On entry: the number of column (i.e., variable) and row names supplied in the array names.
${\mathbf{nname}}=1$
There are no names. Default names will be used in the printed output.
${\mathbf{nname}}={\mathbf{n}}+{\mathbf{m}}$
All names must be supplied.
Constraint: ${\mathbf{nname}}=1$ or ${\mathbf{n}}+{\mathbf{m}}$.
crname
Type: array<System..::..String>[]()[][]
An array of size [nname]
On entry: the optional column and row names.
If ${\mathbf{nname}}=1$, crname is not referenced and the printed output will use default names for the columns and rows.
If ${\mathbf{nname}}={\mathbf{n}}+{\mathbf{m}}$, the first n elements must contain the names for the columns and the next m elements must contain the names for the rows. Note that the name for the free row (if any) must be stored in ${\mathbf{crname}}\left[{\mathbf{n}}+{\mathbf{iobj}}\right]$.
ns
Type: System..::..Int32%
On entry: ${n}_{S}$, the number of superbasics. For QP problems, ns need not be specified if ${\mathbf{start}}=\text{"C"}$, but must retain its value from a previous call when ${\mathbf{start}}=\text{"W"}$. For FP and LP problems, ns need not be initialized.
On exit: the final number of superbasics. This will be zero for FP and LP problems.
xs
Type: array<System..::..Double>[]()[][]
An array of size [${\mathbf{n}}+{\mathbf{m}}$]
On entry: the initial values of the variables and slacks $\left(x,s\right)$. (See the description for istate.)
On exit: ${\mathbf{xs}}\left[\mathit{i}-1\right]$ contains the final value of ${x}_{\mathit{i}}$, for $\mathit{i}=1,2,\dots ,n$.
intvar
Type: array<System..::..Int32>[]()[][]
An array of size [lintvr]
On entry: specifies which components of the solution vector $x$ are constrained to be integer. Specifically, if $k$ elements of $x$ are required to take integer values then ${\mathbf{intvar}}\left[\mathit{i}\right]={l}_{\mathit{i}}$, for $\mathit{i}=1,2,\dots ,k$, where ${l}_{i}$ is the integer index such that ${x}_{{l}_{i}}$ is integer. If $k<{\mathbf{lintvr}}$ then ${\mathbf{intvar}}\left[k+1\right]$ must be set to $-1$ to signal the end of the integer variable indices.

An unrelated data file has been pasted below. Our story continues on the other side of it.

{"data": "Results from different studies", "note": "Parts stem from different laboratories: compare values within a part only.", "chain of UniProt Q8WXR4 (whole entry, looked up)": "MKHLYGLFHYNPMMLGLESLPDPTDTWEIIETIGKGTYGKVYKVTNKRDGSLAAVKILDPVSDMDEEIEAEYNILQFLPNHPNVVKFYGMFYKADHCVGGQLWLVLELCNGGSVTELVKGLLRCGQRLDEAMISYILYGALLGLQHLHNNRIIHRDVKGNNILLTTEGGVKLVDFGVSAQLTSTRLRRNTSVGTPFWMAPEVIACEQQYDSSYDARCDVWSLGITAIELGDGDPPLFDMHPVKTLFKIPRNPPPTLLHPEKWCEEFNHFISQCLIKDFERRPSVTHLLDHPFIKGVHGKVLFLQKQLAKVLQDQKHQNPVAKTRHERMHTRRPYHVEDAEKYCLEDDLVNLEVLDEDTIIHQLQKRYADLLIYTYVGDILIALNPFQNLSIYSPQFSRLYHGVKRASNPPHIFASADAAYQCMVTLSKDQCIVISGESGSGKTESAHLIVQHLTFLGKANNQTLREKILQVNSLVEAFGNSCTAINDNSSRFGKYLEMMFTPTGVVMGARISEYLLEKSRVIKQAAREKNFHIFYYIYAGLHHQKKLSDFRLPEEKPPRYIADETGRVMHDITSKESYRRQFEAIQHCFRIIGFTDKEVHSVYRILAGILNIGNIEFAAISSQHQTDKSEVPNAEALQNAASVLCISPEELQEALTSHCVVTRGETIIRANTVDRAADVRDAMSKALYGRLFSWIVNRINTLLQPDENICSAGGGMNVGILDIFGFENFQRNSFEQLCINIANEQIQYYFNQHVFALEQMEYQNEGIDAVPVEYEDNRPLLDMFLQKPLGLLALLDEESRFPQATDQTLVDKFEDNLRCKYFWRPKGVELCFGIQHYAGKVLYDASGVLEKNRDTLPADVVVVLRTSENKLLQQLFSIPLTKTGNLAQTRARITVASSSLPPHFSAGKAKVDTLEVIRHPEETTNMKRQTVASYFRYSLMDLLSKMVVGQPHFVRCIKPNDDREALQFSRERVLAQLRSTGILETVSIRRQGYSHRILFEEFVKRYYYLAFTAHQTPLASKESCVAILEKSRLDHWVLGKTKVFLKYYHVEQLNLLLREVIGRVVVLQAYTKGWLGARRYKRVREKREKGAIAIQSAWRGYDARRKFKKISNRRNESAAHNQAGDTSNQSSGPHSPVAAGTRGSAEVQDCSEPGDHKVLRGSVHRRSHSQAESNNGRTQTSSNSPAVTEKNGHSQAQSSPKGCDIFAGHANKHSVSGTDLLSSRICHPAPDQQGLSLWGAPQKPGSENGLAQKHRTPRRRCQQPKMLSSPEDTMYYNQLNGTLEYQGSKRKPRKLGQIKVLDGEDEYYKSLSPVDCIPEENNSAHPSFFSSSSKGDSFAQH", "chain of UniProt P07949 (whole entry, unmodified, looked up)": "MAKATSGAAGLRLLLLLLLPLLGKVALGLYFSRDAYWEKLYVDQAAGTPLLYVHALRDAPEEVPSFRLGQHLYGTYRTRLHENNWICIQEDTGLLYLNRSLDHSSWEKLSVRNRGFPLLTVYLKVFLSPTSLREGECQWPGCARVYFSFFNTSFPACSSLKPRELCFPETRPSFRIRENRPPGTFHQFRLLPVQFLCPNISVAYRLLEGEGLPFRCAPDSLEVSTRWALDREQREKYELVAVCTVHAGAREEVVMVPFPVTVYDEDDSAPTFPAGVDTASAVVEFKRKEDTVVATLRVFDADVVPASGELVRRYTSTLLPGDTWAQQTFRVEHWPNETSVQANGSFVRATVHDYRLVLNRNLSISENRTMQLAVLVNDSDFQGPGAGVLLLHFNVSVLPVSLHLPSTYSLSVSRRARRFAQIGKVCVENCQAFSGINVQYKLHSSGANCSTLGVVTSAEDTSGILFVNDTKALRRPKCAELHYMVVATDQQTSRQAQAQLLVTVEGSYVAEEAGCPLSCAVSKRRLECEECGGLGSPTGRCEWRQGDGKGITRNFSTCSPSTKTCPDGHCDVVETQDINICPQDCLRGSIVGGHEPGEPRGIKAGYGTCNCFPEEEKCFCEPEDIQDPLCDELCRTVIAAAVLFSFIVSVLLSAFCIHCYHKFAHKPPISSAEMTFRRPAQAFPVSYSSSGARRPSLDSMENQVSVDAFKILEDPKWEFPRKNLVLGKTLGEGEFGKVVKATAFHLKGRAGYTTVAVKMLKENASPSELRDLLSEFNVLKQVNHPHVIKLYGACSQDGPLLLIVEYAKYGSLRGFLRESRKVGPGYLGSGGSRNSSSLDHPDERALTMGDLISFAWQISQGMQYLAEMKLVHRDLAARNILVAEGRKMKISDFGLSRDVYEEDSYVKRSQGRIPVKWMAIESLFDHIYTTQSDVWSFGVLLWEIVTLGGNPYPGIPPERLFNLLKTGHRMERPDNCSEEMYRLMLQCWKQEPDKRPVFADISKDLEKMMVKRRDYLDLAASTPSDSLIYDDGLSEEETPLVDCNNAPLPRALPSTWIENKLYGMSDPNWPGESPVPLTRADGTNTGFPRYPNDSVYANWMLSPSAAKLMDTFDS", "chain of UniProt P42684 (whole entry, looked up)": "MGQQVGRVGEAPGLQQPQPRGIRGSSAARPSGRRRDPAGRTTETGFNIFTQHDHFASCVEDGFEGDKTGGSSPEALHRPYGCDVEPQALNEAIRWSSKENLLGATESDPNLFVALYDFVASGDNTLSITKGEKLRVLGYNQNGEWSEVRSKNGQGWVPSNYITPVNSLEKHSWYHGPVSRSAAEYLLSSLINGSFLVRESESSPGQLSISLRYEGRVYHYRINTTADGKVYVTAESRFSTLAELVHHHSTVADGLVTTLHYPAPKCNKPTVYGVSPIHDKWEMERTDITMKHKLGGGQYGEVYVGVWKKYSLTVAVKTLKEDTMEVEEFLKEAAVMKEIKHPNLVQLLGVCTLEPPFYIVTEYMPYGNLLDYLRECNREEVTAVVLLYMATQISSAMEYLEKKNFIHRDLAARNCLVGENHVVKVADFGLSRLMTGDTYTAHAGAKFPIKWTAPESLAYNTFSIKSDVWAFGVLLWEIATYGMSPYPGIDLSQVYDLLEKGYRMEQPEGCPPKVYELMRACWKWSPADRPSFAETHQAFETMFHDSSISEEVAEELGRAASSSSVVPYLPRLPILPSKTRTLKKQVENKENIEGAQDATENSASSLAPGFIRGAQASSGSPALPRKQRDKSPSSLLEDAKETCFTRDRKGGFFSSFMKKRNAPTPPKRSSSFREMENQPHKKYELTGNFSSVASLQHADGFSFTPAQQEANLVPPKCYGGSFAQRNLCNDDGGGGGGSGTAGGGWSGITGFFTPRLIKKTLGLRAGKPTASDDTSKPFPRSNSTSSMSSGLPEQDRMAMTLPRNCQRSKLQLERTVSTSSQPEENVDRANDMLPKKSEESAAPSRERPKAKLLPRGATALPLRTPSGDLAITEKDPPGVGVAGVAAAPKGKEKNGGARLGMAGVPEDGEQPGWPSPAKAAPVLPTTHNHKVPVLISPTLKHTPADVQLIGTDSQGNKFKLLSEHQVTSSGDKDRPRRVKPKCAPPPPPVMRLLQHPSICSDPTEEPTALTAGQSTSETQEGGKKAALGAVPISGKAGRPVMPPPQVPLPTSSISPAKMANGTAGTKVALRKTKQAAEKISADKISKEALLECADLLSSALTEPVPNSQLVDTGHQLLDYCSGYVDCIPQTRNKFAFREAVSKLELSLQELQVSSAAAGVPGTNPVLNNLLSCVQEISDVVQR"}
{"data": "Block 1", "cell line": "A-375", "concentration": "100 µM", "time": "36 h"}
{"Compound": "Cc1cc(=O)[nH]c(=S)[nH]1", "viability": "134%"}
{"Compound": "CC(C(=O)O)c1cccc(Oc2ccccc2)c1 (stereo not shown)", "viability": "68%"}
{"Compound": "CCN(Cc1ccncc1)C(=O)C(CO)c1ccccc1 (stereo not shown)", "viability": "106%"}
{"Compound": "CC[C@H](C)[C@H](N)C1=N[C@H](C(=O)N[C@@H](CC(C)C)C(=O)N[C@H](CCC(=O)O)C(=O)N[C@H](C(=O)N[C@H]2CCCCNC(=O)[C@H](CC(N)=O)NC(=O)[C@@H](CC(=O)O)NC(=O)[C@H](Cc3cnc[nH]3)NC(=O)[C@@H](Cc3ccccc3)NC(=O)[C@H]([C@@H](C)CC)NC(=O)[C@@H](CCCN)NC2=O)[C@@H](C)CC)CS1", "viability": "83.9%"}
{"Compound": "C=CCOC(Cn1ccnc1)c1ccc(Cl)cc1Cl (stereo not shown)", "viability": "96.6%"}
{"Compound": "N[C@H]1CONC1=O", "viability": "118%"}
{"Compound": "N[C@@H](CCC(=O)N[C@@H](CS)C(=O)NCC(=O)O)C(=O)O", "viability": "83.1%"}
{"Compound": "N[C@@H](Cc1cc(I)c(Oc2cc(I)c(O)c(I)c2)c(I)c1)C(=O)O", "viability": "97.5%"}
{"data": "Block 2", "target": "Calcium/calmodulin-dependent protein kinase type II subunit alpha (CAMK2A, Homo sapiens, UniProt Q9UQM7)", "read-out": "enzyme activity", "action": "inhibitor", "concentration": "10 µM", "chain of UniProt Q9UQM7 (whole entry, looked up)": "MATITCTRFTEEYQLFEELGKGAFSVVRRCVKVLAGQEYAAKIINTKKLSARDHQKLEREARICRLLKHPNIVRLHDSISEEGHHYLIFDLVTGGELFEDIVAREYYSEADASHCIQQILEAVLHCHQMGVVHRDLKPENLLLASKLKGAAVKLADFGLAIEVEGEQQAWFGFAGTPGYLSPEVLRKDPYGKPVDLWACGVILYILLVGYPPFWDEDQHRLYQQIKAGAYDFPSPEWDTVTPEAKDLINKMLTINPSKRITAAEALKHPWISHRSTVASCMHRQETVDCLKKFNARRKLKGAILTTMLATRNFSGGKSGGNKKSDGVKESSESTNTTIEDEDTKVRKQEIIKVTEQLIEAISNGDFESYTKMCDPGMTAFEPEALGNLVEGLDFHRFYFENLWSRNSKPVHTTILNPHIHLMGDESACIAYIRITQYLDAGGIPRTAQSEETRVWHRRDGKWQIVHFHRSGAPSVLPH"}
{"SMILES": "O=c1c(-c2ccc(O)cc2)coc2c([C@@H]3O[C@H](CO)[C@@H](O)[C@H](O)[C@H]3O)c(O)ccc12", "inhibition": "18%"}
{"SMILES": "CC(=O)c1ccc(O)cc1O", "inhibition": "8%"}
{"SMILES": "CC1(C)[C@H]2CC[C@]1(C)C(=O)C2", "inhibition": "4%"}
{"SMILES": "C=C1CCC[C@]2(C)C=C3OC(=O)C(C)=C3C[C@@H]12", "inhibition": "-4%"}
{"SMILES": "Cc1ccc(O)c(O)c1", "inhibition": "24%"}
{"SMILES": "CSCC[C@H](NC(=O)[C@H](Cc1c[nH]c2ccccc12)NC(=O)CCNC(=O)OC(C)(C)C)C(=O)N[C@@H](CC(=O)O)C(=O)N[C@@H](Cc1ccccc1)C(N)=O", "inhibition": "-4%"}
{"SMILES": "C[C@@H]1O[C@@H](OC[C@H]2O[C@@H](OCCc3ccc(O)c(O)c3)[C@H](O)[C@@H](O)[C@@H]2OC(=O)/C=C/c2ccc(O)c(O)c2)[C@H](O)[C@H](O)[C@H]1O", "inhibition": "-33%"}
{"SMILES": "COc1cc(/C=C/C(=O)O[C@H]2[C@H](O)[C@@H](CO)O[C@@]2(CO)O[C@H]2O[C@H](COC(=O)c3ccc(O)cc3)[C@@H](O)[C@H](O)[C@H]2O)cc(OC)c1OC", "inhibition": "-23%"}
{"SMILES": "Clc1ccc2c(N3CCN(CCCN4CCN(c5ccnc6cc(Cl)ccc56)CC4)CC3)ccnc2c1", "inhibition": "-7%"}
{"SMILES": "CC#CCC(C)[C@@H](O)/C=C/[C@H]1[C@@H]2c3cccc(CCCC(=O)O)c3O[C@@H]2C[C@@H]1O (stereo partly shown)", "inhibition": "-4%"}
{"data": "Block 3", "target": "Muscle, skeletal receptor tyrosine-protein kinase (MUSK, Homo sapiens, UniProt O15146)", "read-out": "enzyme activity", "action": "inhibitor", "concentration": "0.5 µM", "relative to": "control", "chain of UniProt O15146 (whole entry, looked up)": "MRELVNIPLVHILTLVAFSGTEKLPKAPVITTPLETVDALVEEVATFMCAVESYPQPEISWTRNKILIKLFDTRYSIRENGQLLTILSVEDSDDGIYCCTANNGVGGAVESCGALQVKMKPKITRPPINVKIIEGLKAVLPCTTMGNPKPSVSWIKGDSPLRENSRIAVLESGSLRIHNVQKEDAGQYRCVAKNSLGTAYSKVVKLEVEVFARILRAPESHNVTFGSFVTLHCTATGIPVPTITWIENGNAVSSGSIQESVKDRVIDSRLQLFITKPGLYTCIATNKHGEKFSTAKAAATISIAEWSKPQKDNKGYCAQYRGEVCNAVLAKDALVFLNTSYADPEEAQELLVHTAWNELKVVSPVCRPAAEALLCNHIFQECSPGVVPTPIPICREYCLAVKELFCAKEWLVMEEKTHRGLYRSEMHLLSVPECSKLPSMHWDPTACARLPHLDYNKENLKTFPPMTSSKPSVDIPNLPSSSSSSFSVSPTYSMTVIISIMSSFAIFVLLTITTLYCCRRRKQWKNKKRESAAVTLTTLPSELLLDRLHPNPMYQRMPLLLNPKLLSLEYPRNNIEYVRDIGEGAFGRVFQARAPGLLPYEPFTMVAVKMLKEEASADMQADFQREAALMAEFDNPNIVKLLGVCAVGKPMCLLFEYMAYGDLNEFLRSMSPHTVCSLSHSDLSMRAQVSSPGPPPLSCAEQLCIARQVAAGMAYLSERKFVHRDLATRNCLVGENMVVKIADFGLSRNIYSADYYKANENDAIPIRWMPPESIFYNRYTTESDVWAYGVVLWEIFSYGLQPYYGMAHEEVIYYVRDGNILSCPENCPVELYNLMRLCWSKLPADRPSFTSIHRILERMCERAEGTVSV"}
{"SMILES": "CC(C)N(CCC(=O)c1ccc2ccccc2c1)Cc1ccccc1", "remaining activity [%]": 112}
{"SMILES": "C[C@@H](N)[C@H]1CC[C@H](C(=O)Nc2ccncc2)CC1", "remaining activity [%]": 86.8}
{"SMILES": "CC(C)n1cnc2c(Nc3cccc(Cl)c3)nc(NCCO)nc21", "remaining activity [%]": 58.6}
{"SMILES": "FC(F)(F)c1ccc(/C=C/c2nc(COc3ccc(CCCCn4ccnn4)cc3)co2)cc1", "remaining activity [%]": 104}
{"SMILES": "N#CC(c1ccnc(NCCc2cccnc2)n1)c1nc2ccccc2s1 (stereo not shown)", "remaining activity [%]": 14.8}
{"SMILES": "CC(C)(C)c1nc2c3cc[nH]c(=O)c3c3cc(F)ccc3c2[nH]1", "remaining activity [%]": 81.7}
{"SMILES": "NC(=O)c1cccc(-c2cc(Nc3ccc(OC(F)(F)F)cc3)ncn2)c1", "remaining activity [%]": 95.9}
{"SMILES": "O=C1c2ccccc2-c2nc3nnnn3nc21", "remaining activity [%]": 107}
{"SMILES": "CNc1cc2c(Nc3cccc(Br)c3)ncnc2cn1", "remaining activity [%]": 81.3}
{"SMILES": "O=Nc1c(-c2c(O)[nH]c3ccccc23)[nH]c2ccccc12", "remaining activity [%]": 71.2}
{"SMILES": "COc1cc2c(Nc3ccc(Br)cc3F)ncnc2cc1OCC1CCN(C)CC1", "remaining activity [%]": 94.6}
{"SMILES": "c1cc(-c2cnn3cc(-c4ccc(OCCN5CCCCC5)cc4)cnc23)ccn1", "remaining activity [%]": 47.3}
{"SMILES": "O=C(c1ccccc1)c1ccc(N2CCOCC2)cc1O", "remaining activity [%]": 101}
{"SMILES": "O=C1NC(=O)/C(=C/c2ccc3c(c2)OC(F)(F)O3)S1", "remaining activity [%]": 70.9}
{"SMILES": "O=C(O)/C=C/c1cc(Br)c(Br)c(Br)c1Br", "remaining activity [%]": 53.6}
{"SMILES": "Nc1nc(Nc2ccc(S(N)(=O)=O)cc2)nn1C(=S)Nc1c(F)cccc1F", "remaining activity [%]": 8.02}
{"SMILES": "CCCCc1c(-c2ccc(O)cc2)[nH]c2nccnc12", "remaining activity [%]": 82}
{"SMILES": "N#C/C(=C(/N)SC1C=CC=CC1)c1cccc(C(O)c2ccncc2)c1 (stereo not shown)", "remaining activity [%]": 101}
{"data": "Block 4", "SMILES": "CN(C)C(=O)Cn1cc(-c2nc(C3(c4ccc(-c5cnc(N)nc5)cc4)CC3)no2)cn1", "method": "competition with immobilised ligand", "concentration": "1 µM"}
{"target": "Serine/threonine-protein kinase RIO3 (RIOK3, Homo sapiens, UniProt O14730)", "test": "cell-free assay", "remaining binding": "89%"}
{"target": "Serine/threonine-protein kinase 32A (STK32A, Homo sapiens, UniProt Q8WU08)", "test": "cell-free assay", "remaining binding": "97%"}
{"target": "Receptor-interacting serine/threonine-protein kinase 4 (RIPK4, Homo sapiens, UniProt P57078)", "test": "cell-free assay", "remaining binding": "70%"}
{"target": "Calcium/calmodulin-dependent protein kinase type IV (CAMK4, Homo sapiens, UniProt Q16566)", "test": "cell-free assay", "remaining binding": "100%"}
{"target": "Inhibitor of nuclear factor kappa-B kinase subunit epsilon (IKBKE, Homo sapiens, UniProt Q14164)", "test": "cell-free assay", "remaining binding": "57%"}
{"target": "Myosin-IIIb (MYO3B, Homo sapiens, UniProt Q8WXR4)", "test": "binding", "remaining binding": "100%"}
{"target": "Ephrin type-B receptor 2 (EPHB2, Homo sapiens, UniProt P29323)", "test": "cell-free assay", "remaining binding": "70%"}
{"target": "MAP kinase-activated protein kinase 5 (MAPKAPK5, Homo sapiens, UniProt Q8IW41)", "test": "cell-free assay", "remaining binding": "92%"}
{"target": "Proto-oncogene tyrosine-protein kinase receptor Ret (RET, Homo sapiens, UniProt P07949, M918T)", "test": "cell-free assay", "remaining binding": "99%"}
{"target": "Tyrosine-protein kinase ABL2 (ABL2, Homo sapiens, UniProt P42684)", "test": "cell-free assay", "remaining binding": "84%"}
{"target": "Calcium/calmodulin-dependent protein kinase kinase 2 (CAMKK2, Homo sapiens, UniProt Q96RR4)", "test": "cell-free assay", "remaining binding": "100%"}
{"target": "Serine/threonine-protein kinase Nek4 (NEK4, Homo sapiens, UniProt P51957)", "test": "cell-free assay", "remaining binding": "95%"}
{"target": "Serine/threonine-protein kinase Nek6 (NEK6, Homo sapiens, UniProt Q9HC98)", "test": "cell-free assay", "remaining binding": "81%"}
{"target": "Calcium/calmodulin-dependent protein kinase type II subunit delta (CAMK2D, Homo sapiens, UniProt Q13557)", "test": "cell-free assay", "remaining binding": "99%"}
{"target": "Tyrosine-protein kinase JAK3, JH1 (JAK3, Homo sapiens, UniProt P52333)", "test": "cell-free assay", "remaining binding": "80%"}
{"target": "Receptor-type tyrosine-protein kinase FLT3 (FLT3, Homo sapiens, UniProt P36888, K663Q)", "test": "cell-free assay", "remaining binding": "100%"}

The order in which the indices of those components of $x$ required to be integer is presented determines the order in which the sub-problems are treated and solved. As such it can be a powerful tool to assist the method in achieving a solution efficiently. The general advice is to enter the important integer variables in the model early in intvar; secondary or less important variables should be entered near the end of the list. However some experimentation might be required to find the optimal order.
lintvr
Type: System..::..Int32
On entry: $k$, the number of components of $x$ required to be integer. If $k=0$, then lintvr must be set to $1$ and ${\mathbf{intvar}}\left[0\right]$ set to $-1$.
mdepth
Type: System..::..Int32
On entry: specifies the maximum depth the tree of sub-problems may be developed.
Suggested value: ${\mathbf{mdepth}}=2×{\mathbf{n}}+20$.
Constraint: ${\mathbf{mdepth}}>0$.
istate
Type: array<System..::..Int32>[]()[][]
An array of size [${\mathbf{n}}+{\mathbf{m}}$]
On entry: if ${\mathbf{start}}=\text{"C"}$, the first n elements of istate and xs must specify the initial states and values, respectively, of the variables $x$. (The slacks $s$ need not be initialized.) An internal crash procedure is then used to select an initial basis matrix $B$. The initial basis matrix will be triangular (neglecting certain small elements in each column). It is chosen from various rows and columns of columns of $\left(A-I\right)$. Possible values for ${\mathbf{istate}}\left[j\right]$ are as follows:
 ${\mathbf{istate}}\left[j\right]$ State of ${\mathbf{xs}}\left[j\right]$ during crash procedure 0 or $1$ Eligible for the basis 2 Ignored 3 Eligible for the basis (given preference over $0$ or $1$) 4 or $5$ Ignored
If nothing special is known about the problem, or there is no wish to provide special information, you may set ${\mathbf{istate}}\left[\mathit{j}\right]=0$ and ${\mathbf{xs}}\left[\mathit{j}\right]=0.0$, for $\mathit{j}=1,2,\dots ,{\mathbf{n}}$. All variables will then be eligible for the initial basis. Less trivially, to say that the $j$th variable will probably be equal to one of its bounds, set ${\mathbf{istate}}\left[j\right]=4$ and ${\mathbf{xs}}\left[j\right]={\mathbf{bl}}\left[j\right]$ or ${\mathbf{istate}}\left[j\right]=5$ and ${\mathbf{xs}}\left[j\right]={\mathbf{bu}}\left[j\right]$ as appropriate.